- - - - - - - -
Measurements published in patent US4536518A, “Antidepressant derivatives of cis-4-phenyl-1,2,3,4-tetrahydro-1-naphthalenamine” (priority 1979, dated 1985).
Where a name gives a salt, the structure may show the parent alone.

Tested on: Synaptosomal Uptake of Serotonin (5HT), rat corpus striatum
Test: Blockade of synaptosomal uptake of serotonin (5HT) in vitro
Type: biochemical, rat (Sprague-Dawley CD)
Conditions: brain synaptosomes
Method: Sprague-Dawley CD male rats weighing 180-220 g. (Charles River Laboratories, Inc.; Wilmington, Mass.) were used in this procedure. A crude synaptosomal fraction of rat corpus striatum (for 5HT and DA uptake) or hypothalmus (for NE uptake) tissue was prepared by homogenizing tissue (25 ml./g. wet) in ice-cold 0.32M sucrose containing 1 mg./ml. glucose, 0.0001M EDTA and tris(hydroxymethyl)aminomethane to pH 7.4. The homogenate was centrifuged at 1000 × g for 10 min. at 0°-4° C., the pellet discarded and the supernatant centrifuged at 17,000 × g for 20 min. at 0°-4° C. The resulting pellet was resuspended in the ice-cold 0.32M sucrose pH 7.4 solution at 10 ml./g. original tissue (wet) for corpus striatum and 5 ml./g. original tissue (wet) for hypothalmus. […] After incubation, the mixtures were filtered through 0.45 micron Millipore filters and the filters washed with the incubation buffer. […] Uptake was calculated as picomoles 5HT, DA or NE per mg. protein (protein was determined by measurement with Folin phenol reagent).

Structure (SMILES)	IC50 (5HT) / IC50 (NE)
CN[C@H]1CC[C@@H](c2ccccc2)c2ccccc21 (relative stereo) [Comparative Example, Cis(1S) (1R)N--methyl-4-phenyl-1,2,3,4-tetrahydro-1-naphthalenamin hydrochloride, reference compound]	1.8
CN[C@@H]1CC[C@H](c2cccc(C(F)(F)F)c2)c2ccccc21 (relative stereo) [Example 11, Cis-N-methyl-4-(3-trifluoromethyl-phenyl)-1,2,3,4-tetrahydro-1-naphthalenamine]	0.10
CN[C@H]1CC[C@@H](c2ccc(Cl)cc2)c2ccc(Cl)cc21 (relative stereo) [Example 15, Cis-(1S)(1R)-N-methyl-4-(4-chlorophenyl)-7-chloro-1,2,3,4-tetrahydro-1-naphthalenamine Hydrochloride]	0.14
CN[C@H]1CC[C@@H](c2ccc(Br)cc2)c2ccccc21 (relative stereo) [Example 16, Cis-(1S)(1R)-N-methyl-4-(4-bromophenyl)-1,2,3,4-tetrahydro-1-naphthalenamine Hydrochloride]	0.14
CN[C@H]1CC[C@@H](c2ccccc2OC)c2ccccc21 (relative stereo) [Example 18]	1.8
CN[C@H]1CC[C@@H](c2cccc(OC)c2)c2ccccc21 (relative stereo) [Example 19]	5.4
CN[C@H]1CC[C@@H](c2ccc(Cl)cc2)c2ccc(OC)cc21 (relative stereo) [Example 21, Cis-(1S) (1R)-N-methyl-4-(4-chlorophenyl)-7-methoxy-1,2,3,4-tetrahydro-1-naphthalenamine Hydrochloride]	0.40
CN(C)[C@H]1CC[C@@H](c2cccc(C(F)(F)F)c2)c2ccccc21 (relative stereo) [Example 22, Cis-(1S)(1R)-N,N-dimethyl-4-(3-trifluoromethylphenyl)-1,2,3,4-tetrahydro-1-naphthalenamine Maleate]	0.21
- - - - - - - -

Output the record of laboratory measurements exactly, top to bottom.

Measurements published in patent US4536518A, “Antidepressant derivatives of cis-4-phenyl-1,2,3,4-tetrahydro-1-naphthalenamine” (priority 1979, dated 1985).
Where a name gives a salt, the structure may show the parent alone.

Tested on: Synaptosomal Uptake of Serotonin (5HT), rat corpus striatum
Test: Blockade of synaptosomal uptake of serotonin (5HT) in vitro
Type: biochemical, rat (Sprague-Dawley CD)
Conditions: brain synaptosomes
Method: Sprague-Dawley CD male rats weighing 180-220 g. (Charles River Laboratories, Inc.; Wilmington, Mass.) were used in this procedure. A crude synaptosomal fraction of rat corpus striatum (for 5HT and DA uptake) or hypothalmus (for NE uptake) tissue was prepared by homogenizing tissue (25 ml./g. wet) in ice-cold 0.32M sucrose containing 1 mg./ml. glucose, 0.0001M EDTA and tris(hydroxymethyl)aminomethane to pH 7.4. The homogenate was centrifuged at 1000 × g for 10 min. at 0°-4° C., the pellet discarded and the supernatant centrifuged at 17,000 × g for 20 min. at 0°-4° C. The resulting pellet was resuspended in the ice-cold 0.32M sucrose pH 7.4 solution at 10 ml./g. original tissue (wet) for corpus striatum and 5 ml./g. original tissue (wet) for hypothalmus. […] After incubation, the mixtures were filtered through 0.45 micron Millipore filters and the filters washed with the incubation buffer. […] Uptake was calculated as picomoles 5HT, DA or NE per mg. protein (protein was determined by measurement with Folin phenol reagent).

Structure (SMILES)	IC50 (5HT) / IC50 (NE)
CN[C@H]1CC[C@@H](c2ccccc2)c2ccccc21 (relative stereo) [Comparative Example, Cis(1S) (1R)N--methyl-4-phenyl-1,2,3,4-tetrahydro-1-naphthalenamin hydrochloride, reference compound]	1.8
CN[C@@H]1CC[C@H](c2cccc(C(F)(F)F)c2)c2ccccc21 (relative stereo) [Example 11, Cis-N-methyl-4-(3-trifluoromethyl-phenyl)-1,2,3,4-tetrahydro-1-naphthalenamine]	0.10
CN[C@H]1CC[C@@H](c2ccc(Cl)cc2)c2ccc(Cl)cc21 (relative stereo) [Example 15, Cis-(1S)(1R)-N-methyl-4-(4-chlorophenyl)-7-chloro-1,2,3,4-tetrahydro-1-naphthalenamine Hydrochloride]	0.14
CN[C@H]1CC[C@@H](c2ccc(Br)cc2)c2ccccc21 (relative stereo) [Example 16, Cis-(1S)(1R)-N-methyl-4-(4-bromophenyl)-1,2,3,4-tetrahydro-1-naphthalenamine Hydrochloride]	0.14
CN[C@H]1CC[C@@H](c2ccccc2OC)c2ccccc21 (relative stereo) [Example 18]	1.8
CN[C@H]1CC[C@@H](c2cccc(OC)c2)c2ccccc21 (relative stereo) [Example 19]	5.4
CN[C@H]1CC[C@@H](c2ccc(Cl)cc2)c2ccc(OC)cc21 (relative stereo) [Example 21, Cis-(1S) (1R)-N-methyl-4-(4-chlorophenyl)-7-methoxy-1,2,3,4-tetrahydro-1-naphthalenamine Hydrochloride]	0.40
CN(C)[C@H]1CC[C@@H](c2cccc(C(F)(F)F)c2)c2ccccc21 (relative stereo) [Example 22, Cis-(1S)(1R)-N,N-dimethyl-4-(3-trifluoromethylphenyl)-1,2,3,4-tetrahydro-1-naphthalenamine Maleate]	0.21